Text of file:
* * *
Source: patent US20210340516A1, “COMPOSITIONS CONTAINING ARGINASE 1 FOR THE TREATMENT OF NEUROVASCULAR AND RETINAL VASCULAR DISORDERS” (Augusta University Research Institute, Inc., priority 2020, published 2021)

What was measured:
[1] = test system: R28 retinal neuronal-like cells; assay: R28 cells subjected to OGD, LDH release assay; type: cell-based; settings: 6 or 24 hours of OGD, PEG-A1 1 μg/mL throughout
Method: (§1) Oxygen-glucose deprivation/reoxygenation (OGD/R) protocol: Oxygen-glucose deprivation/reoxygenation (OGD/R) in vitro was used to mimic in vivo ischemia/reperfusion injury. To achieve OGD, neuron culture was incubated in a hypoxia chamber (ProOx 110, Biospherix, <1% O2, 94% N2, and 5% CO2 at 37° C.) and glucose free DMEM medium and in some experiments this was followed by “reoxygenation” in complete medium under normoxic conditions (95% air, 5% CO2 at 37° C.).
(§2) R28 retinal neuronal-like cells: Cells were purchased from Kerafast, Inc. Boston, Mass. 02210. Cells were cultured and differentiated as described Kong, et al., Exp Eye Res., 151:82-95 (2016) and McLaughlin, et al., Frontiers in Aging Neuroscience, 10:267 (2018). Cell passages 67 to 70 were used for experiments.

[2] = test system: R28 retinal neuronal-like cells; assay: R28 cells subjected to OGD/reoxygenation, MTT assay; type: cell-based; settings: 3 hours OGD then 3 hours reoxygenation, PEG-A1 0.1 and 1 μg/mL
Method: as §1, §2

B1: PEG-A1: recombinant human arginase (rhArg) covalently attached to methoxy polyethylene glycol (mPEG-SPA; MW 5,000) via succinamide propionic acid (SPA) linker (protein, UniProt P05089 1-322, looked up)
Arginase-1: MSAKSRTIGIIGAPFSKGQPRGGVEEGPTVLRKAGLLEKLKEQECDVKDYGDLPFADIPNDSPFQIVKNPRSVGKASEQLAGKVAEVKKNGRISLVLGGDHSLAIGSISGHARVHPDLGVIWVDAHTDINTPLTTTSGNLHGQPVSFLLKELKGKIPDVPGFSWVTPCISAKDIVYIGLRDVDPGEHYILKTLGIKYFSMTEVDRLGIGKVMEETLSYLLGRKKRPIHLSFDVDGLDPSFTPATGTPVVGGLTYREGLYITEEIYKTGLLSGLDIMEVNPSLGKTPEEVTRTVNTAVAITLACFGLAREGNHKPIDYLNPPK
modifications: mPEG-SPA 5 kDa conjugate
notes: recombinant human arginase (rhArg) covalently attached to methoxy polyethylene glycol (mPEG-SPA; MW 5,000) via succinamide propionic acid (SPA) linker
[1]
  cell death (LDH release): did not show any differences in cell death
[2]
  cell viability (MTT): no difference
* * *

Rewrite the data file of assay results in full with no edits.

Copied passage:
Source: patent US20210340516A1, “COMPOSITIONS CONTAINING ARGINASE 1 FOR THE TREATMENT OF NEUROVASCULAR AND RETINAL VASCULAR DISORDERS” (Augusta University Research Institute, Inc., priority 2020, published 2021)

What was measured:
[1] = test system: R28 retinal neuronal-like cells; assay: R28 cells subjected to OGD, LDH release assay; type: cell-based; settings: 6 or 24 hours of OGD, PEG-A1 1 μg/mL throughout
Method: (§1) Oxygen-glucose deprivation/reoxygenation (OGD/R) protocol: Oxygen-glucose deprivation/reoxygenation (OGD/R) in vitro was used to mimic in vivo ischemia/reperfusion injury. To achieve OGD, neuron culture was incubated in a hypoxia chamber (ProOx 110, Biospherix, <1% O2, 94% N2, and 5% CO2 at 37° C.) and glucose free DMEM medium and in some experiments this was followed by “reoxygenation” in complete medium under normoxic conditions (95% air, 5% CO2 at 37° C.).
(§2) R28 retinal neuronal-like cells: Cells were purchased from Kerafast, Inc. Boston, Mass. 02210. Cells were cultured and differentiated as described Kong, et al., Exp Eye Res., 151:82-95 (2016) and McLaughlin, et al., Frontiers in Aging Neuroscience, 10:267 (2018). Cell passages 67 to 70 were used for experiments.

[2] = test system: R28 retinal neuronal-like cells; assay: R28 cells subjected to OGD/reoxygenation, MTT assay; type: cell-based; settings: 3 hours OGD then 3 hours reoxygenation, PEG-A1 0.1 and 1 μg/mL
Method: as §1, §2

B1: PEG-A1: recombinant human arginase (rhArg) covalently attached to methoxy polyethylene glycol (mPEG-SPA; MW 5,000) via succinamide propionic acid (SPA) linker (protein, UniProt P05089 1-322, looked up)
Arginase-1: MSAKSRTIGIIGAPFSKGQPRGGVEEGPTVLRKAGLLEKLKEQECDVKDYGDLPFADIPNDSPFQIVKNPRSVGKASEQLAGKVAEVKKNGRISLVLGGDHSLAIGSISGHARVHPDLGVIWVDAHTDINTPLTTTSGNLHGQPVSFLLKELKGKIPDVPGFSWVTPCISAKDIVYIGLRDVDPGEHYILKTLGIKYFSMTEVDRLGIGKVMEETLSYLLGRKKRPIHLSFDVDGLDPSFTPATGTPVVGGLTYREGLYITEEIYKTGLLSGLDIMEVNPSLGKTPEEVTRTVNTAVAITLACFGLAREGNHKPIDYLNPPK
modifications: mPEG-SPA 5 kDa conjugate
notes: recombinant human arginase (rhArg) covalently attached to methoxy polyethylene glycol (mPEG-SPA; MW 5,000) via succinamide propionic acid (SPA) linker
[1]
  cell death (LDH release): did not show any differences in cell death
[2]
  cell viability (MTT): no difference